1982 – Hans Tholstrup drives the first solar-powered car almost 2,800 miles between Sydney and Perth, Australia. Worldwide photovoltaic production exceeds 9.3 megawatts.
1992 – University of South Florida develops a 15.8% efficient thin-film photovoltaic cell made of cadmium telluride.
1994 – The first solar dish generator using a free-piston Stirling engine is tied to a utility grid.
1999 – Construction was completed on 4 Times Square, the tallest skyscraper built in the 1990s in New York City. It incorporates more energy-efficient building techniques than any other commercial skyscraper and also includes building-integrated photovoltaic (BIPV) panels on the 37th through 43rd floors on the south and west-facing facades that produce a portion of the buildings power.
1999 – Worldwide, a 1000 megawatts of PV power has been installed.
2002 -The largest solar power facility in the Northwest, the 38.7-kilowatt White Bluffs Solar Station goes online in Richland, Washington.
2004 – The solar roofs initiative proposed by Governor Schwarzenegger, meaning 1,000,000 people will have their homes powered by solar.
2005 – The PV Industry in China employs 13,810 people, at this stage.
2007 – “A comprehensive energy project that will pay for itself in a few years,” says the Vatican about its new solar power plan.
2007 – Google launches a massive solar panel project.
2007 – The race heat ups to produce the most efficient solar panel at this point, efficiency rates are around 40%.
2007 – Solar Aid, to end Africa’s dependence on the harmful and expensive kerosene lamp, launches ‘The Ravi’ solar lamp.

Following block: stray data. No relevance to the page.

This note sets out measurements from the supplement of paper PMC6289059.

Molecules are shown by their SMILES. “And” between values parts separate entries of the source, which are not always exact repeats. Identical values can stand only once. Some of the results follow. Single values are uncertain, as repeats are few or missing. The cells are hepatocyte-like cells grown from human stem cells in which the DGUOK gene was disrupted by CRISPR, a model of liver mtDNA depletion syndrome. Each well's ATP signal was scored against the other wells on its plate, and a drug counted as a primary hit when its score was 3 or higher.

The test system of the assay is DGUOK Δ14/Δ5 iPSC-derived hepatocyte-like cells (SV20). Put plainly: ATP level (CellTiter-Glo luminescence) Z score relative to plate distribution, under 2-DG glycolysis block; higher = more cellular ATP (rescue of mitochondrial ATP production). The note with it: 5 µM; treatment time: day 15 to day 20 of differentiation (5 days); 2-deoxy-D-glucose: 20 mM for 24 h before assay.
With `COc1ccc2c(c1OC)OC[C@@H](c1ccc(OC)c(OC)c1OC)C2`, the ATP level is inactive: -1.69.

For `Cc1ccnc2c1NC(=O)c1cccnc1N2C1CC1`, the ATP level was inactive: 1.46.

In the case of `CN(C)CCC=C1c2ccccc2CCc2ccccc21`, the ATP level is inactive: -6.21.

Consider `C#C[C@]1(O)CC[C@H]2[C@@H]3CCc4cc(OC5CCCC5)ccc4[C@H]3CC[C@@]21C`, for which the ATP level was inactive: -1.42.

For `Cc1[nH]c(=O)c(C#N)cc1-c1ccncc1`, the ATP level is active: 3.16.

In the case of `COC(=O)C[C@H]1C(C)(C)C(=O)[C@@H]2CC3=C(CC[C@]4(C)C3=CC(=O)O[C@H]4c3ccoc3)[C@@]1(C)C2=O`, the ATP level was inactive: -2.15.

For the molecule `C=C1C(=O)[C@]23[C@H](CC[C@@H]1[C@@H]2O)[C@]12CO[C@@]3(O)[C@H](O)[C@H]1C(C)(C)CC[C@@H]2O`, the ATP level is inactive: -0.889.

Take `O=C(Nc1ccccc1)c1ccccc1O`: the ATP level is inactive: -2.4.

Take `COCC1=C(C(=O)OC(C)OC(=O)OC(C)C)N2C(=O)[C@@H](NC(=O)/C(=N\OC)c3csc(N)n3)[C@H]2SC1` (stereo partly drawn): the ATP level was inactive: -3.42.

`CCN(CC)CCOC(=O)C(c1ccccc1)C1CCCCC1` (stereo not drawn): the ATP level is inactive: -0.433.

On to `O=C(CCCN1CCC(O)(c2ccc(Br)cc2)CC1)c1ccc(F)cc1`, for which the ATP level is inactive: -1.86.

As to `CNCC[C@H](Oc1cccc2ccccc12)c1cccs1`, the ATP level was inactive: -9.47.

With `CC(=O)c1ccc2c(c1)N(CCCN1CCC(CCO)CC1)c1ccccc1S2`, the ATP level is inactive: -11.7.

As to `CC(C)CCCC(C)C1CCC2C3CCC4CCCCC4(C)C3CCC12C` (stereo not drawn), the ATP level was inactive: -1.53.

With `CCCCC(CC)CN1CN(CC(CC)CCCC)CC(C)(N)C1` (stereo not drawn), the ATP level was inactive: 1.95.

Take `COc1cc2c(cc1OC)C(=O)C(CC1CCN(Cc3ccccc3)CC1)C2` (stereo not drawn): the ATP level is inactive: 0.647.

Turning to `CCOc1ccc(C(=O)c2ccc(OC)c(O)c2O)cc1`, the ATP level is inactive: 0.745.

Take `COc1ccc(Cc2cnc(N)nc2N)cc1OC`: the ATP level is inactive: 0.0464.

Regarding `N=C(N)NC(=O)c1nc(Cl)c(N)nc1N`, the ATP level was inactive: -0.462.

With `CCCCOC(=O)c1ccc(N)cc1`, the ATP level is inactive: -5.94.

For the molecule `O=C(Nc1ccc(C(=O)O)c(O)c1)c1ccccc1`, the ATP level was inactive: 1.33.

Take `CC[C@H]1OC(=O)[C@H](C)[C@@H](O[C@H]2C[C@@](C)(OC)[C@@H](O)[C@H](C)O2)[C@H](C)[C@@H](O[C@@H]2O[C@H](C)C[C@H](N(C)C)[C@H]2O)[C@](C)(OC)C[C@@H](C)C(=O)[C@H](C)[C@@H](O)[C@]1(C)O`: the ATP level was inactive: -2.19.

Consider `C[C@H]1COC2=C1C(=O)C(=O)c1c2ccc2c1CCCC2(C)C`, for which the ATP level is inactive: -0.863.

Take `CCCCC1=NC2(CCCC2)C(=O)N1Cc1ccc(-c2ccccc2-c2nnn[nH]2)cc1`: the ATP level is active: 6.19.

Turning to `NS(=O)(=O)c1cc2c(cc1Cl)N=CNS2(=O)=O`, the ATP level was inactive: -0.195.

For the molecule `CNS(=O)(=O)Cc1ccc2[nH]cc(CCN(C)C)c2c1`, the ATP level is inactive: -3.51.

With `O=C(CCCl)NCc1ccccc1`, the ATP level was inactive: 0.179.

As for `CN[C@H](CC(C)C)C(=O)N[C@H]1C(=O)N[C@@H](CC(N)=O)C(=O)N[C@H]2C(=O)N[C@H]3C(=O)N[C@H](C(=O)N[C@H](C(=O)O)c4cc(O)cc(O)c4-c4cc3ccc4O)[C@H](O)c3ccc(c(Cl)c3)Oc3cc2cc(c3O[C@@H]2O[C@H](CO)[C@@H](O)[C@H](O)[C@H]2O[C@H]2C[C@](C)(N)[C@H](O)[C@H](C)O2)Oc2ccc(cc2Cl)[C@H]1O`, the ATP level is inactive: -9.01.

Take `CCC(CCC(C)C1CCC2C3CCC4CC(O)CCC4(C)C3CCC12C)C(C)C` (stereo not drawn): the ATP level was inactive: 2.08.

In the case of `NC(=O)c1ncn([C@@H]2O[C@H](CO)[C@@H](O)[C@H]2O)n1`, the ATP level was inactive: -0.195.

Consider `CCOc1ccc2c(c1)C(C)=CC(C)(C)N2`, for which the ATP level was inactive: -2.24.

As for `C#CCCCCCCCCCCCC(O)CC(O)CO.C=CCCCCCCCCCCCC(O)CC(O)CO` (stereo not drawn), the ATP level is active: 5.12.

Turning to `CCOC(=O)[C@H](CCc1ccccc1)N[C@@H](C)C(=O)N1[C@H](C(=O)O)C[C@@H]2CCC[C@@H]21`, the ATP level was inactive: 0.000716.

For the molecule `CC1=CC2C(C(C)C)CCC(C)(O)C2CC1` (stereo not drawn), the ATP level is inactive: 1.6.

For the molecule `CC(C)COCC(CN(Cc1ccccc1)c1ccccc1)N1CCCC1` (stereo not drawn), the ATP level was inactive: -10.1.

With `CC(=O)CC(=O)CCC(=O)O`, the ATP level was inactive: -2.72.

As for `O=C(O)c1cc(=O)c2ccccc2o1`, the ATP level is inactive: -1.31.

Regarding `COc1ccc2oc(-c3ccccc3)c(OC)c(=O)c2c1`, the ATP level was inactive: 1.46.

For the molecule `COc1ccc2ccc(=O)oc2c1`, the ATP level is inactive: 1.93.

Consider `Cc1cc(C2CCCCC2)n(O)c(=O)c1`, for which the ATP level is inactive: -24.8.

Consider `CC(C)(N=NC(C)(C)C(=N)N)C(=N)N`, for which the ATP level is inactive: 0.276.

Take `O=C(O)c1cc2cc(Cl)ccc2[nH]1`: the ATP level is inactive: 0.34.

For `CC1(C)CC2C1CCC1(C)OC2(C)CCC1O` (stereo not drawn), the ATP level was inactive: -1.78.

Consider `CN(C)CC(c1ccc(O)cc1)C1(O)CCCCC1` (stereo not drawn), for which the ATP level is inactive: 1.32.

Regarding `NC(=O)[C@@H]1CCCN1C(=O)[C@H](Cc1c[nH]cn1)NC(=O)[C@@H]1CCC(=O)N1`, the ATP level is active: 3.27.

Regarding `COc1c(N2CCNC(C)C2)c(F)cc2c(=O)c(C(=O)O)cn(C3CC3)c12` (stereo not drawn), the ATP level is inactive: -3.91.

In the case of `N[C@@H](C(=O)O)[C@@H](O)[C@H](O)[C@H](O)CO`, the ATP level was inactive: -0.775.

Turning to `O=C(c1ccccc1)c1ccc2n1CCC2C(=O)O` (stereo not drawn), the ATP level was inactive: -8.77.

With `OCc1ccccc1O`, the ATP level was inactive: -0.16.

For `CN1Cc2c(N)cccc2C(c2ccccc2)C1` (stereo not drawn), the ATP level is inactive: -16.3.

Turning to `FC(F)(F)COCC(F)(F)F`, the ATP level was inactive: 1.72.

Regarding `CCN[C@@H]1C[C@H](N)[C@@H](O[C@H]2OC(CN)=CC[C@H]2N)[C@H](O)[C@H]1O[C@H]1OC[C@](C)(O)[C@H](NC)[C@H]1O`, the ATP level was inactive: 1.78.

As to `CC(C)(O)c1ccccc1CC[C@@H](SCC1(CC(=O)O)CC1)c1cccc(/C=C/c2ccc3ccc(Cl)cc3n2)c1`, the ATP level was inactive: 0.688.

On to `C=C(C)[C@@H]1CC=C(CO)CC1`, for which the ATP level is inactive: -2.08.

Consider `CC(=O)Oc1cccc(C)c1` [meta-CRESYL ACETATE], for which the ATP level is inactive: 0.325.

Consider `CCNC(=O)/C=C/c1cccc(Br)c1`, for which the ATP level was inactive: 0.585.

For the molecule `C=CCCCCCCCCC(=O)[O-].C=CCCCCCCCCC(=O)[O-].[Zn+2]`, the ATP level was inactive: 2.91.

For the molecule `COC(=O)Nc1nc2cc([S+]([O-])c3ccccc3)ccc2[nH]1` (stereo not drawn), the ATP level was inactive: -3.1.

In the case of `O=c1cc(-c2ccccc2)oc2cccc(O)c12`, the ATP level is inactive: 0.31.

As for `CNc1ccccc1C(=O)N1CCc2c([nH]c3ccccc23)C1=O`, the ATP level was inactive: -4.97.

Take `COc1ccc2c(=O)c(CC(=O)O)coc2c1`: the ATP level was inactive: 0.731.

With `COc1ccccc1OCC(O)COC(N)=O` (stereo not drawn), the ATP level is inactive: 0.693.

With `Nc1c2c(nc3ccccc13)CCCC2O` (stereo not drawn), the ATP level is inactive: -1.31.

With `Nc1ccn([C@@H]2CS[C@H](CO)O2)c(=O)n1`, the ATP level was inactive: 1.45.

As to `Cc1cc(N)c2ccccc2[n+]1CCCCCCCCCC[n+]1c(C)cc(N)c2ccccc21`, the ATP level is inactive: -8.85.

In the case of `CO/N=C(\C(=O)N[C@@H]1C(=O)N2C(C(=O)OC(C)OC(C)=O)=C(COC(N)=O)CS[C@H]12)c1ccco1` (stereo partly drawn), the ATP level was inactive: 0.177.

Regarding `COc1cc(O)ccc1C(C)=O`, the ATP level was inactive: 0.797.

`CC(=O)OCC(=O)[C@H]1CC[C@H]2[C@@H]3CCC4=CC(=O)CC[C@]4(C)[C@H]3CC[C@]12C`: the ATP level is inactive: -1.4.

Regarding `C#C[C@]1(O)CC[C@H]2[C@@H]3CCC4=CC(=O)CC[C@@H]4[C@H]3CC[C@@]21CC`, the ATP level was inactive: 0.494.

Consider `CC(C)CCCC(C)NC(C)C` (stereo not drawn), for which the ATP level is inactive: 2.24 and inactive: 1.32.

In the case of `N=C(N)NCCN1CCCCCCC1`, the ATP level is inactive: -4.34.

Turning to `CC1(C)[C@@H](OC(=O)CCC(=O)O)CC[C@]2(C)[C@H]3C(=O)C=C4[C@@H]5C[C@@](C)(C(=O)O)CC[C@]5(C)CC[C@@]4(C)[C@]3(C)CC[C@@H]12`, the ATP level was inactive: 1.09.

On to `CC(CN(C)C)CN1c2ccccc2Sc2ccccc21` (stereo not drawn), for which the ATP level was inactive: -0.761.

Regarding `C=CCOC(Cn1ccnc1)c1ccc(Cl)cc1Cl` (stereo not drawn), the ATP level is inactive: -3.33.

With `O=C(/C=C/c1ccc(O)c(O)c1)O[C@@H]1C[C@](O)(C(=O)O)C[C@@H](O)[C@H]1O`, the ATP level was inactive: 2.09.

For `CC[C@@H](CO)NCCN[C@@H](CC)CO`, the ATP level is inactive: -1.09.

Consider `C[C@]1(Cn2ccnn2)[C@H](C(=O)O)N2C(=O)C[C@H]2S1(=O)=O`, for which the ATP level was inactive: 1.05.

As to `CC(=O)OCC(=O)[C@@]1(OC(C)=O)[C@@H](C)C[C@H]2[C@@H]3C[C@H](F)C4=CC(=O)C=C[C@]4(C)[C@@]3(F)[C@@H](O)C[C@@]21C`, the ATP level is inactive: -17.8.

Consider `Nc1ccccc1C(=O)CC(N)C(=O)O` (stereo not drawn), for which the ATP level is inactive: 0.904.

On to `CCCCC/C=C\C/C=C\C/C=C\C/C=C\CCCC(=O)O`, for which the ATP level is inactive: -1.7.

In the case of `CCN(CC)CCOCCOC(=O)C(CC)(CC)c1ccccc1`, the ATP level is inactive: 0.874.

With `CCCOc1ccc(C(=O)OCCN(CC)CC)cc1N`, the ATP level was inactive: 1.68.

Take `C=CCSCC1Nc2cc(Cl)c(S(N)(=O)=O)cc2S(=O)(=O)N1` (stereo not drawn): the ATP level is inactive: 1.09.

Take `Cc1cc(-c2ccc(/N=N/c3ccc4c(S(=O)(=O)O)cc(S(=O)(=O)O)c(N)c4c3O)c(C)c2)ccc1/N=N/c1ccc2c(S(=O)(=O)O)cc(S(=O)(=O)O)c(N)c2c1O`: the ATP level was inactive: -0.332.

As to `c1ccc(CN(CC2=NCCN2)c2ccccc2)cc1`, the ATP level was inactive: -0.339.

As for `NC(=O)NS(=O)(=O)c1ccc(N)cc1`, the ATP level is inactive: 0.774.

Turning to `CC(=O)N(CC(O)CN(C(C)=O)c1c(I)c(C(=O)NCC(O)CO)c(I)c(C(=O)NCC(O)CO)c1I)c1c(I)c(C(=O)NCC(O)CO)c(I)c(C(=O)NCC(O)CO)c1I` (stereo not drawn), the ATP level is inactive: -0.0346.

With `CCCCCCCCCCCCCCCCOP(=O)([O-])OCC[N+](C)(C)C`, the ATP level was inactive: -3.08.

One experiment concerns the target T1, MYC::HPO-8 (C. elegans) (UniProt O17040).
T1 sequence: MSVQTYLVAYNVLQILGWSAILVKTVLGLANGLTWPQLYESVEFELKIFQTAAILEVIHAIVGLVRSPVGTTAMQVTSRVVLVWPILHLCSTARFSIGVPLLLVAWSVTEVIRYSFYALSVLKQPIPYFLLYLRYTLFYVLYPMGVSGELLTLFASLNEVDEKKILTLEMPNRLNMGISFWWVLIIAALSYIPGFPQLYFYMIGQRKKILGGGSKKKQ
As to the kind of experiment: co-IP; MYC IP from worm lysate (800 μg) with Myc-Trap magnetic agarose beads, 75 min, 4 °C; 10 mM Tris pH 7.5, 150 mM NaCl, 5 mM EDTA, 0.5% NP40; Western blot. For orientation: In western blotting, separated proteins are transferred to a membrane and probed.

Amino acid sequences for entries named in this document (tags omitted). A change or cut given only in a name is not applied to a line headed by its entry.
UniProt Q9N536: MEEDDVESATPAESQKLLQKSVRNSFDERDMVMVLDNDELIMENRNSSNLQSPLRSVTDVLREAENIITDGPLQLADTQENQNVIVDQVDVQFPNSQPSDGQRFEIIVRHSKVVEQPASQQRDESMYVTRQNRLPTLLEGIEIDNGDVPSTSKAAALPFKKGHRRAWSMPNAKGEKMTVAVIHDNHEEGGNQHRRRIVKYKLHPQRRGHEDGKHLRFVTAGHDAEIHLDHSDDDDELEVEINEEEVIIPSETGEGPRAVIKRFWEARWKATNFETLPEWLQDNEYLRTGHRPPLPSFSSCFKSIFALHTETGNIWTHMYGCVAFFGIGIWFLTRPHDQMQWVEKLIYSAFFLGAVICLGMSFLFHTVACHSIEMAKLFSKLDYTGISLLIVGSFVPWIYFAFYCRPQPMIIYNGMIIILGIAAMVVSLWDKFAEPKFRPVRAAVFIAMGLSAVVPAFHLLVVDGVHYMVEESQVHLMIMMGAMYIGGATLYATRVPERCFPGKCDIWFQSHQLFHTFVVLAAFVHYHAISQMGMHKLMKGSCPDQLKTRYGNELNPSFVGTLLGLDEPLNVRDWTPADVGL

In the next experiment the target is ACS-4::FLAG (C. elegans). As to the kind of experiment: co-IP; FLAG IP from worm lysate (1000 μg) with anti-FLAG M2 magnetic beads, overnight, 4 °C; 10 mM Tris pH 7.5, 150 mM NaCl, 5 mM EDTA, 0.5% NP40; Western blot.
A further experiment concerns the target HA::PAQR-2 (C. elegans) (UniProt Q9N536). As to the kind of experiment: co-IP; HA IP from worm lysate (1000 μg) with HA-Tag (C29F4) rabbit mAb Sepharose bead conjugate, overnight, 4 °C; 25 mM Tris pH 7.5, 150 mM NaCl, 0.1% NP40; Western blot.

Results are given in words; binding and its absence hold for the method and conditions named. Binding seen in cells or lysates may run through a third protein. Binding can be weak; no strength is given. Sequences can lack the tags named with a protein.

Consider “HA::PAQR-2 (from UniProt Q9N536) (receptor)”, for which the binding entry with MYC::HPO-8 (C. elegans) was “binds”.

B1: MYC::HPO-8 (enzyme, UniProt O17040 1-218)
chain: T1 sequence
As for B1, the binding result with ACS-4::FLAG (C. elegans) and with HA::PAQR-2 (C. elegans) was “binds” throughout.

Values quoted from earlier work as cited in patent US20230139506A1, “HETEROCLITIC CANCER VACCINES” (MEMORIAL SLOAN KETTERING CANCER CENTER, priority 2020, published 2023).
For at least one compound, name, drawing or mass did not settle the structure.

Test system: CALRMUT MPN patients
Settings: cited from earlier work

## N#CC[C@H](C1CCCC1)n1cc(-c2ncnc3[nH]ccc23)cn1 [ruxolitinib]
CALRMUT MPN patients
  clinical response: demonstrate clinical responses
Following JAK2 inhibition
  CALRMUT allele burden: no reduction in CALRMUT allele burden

2011 – Fukushima nuclear disaster causes Germany to ditch its nuclear program in favor of renewables, with emphasis on solar PV.
2012 – On a sunny day in Germany, solar power produces 22 Gigawatts per hour, about the same as 20 nuclear power stations, enough for 50% of the entire county.
2012 – At this point in time there are about 288,000 solar projects in the United Kingdom.
2012 – US Government declares that the sun will power 4 million homes by 2020.
2013 – India’s first solar-powered ATMs are installed.
2013 – Spain is now generating more than 50% of its power through renewables. Renewables supply approximately 19% of the world’s final energy consumption.
2014 – In 2014, the U.S. solar industry achieved another record year growing by 34% over 2013. The country installed nearly 7.000 megawatts (MW) of solar electric capacity.

What Is The Future for Solar Energy?
  • Solar power has been a growing form of renewable energy, especially in recent years, largely attributed to government tax incentives such as solar rebates, solar tax credits and feed-in tariffs.
  • As the solar industry grows, it benefits the economy, employing nearly 174,000 solar workers in the United States.
  • Roughly 20,000 MW of solar capacity is forecasted to come online over the next two years, doubling the country’s existing solar capacity.
Miller Bros. Solar (MBS) is a chosen leader in operations and maintenance (O&M) solutions due to the company’s project expertise, full construction capabilities, and 160+ pieces of heavy equipment. MBS is one of the few electrical contractors that can simultaneously self-perform multiple utility scale solar projects while exceeding client expectations, controlling costs and adhering to timelines and customer schedules.Miller Bros. Solar provides O&M services for solar projects in the following states: Connecticut, Delaware, Ohio, Georgia, Indiana, Maryland, Massachusetts, New Hampshire, New Jersey, New York, North Carolina, Pennsylvania, Rhode Island, South Carolina, Vermont, Virginia, and West Virginia.
For more information, visit or call 610-832-1000.